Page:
What if Rev Martin Luther King had quoted the Quran?
America’s famed civil rights leader, Rev. Martin Luther King, had a dream. So why can’t the leaders of Tunisia’s recently victorious and Islamist Ennahda Party have one, too?
Yes, this is an odd comparison. But I got to thinking about King and other leaders of America’s 1960s civil rights movement this week listening to an argument between two former lawmakers at the Atlantic Council’s Black Sea Energy and Economic Forum.
Former Justice and Development Party, or AKP, deputy Suat Kınıklıoğlu took the “Western media” to task for allegedly prejudging Arab political movements with religious roots, always looking first for Shariah-peddling fanaticism. In the authoritarian history of the Middle East, the mosque was the sole venue for political organization, he argued. It should be no surprise that the best-organized parties should thus have origins in Islam. And they are not all out to subvert democracy, he argued.
In turn, former U.S. Democratic Congressman Robert Wexler answered that Hamas in Gaza and Hezbollah in Lebanon have amply demonstrated the use by Islamic movements of democratic means to gain power – only to then subvert it.
Don’t misunderstand. My personal preferences would have all politicians as secular as Sweden’s Olaf Palme and I’d love to take “In God We Trust” off America’s money. But fair is fair and I found myself silently agreeing with Kınıklıoğlu. I also found myself wondering how much attention Wexler has paid to the history of a very important wing of his own Democratic Party.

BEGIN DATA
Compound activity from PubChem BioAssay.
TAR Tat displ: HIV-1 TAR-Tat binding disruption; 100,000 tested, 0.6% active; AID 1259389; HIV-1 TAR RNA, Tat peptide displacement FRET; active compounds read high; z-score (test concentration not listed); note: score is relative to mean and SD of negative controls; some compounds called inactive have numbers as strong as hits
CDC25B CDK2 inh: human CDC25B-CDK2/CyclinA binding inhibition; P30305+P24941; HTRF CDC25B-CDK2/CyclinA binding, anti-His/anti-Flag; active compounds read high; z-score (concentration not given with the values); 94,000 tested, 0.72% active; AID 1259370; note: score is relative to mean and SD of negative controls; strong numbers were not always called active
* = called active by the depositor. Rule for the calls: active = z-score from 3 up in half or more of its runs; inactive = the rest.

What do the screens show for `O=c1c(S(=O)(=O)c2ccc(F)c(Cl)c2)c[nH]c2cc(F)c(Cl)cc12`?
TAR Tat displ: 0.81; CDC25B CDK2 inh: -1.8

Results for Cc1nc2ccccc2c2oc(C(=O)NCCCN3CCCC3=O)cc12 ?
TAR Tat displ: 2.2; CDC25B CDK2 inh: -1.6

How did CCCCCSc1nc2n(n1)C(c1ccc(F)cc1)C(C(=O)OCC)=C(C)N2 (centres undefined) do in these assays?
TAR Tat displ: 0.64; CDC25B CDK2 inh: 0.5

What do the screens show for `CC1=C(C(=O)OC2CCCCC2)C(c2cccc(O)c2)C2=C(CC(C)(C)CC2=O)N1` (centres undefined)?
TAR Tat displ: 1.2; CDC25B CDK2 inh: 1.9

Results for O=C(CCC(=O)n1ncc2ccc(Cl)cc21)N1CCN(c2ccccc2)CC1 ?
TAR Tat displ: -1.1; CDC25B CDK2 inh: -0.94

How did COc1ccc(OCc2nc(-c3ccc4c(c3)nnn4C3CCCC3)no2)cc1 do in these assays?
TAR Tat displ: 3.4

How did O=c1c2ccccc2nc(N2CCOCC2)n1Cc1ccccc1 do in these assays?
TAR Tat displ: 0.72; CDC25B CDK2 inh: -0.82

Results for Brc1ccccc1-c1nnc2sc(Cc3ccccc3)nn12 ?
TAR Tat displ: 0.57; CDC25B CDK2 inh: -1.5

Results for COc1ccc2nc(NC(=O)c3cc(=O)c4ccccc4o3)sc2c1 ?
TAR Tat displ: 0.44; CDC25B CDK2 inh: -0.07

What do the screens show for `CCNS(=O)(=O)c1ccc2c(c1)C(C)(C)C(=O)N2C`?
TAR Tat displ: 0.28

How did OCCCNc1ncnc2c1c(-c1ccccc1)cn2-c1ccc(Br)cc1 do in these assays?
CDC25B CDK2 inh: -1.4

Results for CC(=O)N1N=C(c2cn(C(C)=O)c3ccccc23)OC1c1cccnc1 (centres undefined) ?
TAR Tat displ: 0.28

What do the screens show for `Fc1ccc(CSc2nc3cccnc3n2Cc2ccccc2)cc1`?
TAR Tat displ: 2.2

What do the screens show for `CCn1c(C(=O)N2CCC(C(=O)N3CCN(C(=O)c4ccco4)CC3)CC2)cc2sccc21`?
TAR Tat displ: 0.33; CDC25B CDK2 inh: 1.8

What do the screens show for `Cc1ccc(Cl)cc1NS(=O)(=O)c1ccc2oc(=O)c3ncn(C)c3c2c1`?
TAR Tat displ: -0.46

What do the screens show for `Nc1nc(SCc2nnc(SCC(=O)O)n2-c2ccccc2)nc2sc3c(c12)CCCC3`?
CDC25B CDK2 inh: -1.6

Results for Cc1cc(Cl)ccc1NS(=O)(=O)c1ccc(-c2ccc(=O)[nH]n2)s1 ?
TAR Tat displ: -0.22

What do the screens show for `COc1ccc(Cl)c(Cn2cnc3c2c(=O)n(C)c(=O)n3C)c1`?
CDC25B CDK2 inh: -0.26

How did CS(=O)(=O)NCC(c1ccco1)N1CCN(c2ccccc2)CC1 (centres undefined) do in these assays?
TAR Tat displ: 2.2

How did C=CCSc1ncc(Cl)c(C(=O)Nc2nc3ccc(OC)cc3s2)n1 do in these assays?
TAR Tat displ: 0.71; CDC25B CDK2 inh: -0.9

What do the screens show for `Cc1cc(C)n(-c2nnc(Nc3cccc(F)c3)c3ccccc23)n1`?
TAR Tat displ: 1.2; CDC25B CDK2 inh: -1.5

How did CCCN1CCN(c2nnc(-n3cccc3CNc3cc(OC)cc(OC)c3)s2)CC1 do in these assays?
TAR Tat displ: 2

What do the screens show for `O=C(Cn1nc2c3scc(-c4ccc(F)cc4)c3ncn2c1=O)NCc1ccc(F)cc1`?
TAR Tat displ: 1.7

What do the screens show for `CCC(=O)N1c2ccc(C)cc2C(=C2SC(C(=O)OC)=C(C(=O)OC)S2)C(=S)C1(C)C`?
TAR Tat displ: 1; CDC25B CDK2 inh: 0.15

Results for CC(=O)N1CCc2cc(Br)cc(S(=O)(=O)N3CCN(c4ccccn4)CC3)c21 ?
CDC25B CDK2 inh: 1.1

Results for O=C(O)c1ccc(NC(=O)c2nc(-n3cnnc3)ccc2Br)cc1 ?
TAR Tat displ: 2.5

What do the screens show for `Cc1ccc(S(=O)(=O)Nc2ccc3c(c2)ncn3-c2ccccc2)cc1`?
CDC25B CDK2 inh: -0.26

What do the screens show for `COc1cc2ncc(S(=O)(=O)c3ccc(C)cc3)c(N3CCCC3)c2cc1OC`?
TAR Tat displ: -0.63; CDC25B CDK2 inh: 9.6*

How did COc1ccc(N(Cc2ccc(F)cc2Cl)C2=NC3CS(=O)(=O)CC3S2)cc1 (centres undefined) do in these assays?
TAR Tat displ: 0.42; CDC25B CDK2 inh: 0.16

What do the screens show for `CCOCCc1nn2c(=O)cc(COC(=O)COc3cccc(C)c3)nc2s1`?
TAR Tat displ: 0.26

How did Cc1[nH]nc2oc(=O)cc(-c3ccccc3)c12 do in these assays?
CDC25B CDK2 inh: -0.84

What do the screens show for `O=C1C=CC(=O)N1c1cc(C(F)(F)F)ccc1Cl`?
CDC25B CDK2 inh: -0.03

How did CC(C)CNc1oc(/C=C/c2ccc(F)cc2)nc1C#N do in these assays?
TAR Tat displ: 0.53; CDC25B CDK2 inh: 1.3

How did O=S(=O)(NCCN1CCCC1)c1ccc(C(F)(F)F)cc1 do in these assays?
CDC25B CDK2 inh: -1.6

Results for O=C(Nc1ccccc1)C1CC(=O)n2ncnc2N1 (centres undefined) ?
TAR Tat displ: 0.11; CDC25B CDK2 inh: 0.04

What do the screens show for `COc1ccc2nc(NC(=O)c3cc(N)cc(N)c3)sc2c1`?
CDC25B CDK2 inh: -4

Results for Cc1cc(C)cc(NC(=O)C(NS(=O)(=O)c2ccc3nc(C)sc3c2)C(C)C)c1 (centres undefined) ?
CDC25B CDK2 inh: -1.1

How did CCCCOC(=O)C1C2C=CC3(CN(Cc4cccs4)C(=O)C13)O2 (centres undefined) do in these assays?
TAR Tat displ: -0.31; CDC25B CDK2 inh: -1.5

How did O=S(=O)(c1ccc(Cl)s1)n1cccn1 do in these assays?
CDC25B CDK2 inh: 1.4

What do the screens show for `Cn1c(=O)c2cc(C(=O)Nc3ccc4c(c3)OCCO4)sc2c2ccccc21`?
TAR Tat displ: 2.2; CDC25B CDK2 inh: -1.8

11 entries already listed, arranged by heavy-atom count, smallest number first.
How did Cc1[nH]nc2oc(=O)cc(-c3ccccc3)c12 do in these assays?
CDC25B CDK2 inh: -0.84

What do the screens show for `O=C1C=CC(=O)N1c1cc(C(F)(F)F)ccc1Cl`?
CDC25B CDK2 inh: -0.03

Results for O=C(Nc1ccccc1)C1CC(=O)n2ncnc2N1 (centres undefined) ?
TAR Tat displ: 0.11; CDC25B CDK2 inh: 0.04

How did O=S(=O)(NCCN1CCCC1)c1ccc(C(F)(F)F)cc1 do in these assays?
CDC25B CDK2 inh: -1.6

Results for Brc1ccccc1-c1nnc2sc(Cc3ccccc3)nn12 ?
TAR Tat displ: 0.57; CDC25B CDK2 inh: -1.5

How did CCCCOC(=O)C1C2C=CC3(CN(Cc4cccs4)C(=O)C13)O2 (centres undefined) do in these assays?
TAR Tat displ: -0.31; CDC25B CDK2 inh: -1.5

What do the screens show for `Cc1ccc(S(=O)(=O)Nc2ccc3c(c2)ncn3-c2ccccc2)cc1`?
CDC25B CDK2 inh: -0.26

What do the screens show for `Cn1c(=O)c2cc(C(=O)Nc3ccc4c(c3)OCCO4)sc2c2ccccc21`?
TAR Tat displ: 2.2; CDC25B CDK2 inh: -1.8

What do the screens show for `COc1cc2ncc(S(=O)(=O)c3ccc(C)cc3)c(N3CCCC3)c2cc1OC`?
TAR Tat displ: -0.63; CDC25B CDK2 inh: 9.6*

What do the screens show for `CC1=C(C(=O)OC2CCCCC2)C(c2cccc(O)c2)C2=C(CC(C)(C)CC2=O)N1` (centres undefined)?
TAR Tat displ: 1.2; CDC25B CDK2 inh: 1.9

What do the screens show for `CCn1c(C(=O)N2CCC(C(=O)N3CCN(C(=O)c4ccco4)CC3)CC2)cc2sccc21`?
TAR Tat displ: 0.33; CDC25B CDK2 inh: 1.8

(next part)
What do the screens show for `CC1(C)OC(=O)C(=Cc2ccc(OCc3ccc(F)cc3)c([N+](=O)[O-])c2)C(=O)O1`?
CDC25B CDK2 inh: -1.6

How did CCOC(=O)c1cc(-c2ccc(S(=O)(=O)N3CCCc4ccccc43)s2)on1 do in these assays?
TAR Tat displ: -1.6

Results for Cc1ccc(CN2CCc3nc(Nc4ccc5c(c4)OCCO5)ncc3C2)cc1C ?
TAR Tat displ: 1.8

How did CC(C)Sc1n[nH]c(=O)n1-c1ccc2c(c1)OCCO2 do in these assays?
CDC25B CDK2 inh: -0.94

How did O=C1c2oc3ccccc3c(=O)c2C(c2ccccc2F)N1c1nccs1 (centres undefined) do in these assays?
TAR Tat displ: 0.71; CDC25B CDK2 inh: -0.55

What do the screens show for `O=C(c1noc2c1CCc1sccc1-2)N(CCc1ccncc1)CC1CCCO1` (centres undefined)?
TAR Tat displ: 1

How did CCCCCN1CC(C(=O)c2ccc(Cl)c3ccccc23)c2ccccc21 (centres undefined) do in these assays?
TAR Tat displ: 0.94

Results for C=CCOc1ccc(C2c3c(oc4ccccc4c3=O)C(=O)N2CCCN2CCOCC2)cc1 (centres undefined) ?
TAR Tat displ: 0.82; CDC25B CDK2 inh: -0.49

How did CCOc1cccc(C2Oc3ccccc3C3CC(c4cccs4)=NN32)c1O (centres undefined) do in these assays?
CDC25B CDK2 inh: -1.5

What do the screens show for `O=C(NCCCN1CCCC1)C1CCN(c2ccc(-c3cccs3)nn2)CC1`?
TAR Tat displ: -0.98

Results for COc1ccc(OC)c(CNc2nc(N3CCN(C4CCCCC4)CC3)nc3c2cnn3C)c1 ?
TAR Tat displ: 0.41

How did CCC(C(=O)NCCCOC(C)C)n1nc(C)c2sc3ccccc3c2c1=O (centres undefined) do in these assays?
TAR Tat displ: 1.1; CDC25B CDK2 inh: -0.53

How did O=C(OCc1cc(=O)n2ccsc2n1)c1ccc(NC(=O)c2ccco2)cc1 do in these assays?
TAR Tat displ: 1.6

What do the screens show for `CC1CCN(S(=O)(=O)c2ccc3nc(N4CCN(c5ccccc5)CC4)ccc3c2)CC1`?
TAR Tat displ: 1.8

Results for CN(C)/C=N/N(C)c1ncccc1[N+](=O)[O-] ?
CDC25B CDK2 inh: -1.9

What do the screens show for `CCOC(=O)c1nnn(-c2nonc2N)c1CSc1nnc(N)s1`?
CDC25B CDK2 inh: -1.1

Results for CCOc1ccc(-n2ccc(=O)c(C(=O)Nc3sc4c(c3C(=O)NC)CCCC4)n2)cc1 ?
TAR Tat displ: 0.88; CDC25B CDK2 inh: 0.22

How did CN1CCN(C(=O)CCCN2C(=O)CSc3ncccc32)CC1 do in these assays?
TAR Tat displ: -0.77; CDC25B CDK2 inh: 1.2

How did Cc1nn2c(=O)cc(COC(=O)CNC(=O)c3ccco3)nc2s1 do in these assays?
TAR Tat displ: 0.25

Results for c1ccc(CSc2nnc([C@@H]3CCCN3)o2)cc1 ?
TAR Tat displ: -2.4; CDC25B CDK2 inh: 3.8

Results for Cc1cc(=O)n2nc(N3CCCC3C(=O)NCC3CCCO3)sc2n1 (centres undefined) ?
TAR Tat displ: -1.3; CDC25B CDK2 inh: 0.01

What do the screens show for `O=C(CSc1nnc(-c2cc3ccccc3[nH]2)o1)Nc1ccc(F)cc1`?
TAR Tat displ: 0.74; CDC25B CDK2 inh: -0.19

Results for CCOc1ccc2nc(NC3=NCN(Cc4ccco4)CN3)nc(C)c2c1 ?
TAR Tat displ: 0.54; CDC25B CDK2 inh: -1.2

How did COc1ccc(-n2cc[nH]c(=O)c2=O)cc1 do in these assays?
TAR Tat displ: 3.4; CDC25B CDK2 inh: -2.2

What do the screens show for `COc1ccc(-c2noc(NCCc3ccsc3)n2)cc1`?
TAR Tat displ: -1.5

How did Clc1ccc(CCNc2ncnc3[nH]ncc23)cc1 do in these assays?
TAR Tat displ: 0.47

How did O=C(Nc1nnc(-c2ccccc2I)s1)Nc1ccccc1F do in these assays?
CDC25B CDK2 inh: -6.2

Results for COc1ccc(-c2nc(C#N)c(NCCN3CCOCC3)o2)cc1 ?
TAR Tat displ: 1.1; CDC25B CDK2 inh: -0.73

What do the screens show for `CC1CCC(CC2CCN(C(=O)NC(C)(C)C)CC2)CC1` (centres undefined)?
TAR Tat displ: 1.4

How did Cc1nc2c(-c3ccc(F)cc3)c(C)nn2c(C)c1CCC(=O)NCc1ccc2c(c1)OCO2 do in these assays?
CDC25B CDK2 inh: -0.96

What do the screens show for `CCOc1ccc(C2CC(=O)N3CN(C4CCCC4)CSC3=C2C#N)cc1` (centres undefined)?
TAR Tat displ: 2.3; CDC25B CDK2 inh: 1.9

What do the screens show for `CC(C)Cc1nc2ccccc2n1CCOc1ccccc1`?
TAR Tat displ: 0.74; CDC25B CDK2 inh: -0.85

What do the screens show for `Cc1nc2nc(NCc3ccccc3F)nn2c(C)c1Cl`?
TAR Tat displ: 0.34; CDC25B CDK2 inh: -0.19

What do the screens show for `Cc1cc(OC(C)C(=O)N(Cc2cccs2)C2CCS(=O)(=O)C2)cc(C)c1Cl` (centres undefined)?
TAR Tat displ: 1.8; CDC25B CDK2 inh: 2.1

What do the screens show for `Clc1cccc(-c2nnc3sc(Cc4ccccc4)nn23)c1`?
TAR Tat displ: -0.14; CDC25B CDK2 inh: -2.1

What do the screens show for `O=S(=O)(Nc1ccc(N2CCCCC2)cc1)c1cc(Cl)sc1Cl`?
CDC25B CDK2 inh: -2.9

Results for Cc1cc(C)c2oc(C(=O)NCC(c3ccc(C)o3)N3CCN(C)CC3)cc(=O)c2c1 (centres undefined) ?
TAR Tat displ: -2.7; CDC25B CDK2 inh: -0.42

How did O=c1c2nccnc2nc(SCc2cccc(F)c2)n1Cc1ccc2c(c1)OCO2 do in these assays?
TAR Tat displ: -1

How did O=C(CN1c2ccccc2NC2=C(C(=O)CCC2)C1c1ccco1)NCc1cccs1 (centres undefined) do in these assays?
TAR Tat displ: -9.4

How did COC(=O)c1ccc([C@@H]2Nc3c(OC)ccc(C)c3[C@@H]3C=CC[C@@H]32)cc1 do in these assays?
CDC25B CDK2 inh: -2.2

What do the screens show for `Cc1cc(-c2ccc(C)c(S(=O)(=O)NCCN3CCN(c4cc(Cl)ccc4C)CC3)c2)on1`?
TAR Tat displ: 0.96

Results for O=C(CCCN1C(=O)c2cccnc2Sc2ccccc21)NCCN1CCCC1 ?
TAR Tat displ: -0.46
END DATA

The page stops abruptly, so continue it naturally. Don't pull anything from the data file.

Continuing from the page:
The civil rights movement which reached its peak in the 1960s secured access to education, transport, even restaurants for millions of African-Americans denied these basic rights. In many American states such as Mississippi they were effectively denied even the right to vote. Until the work of Rev. King. And Rev. Jesse Jackson. And Rev. Andrew Young. And Rev. Ralph Abernathy.
Yes, there were ardently secular leaders as well; scholar Julian Bond is just one who comes to mind. But the movement that brought justice to American political life, and inspired other movements around the world from Ireland to France, was born in the church.
Why? For the very same reasons Kınıklıoğlu cited in his defense of Islamic politics. Throughout the centuries of slavery and post-slavery repression, the church (and to a lesser degree the mosque as well) were among the few institutions where black Americans could organize.
Many recall the most famous line from King’s “Dream” speech of 1963: “… I have a dream that one day on the red hills of Georgia, the sons of former slaves and the sons of former slave owners will be able to sit down together at the table of brotherhood…”
Less recalled is the fact that speech was laced with religious imagery including reference from the Bible’s Book of Isaiah: “…I have a dream that one day every valley shall be exalted, and every hill and mountain shall be made low, the rough places will be made plain, and the crooked places will be made straight; and the glory of the Lord shall be revealed and all flesh shall see it together.”
In King’s day a black U.S. president was unimaginable. Four decades later, one was elected. Wexler might ponder just how that happened.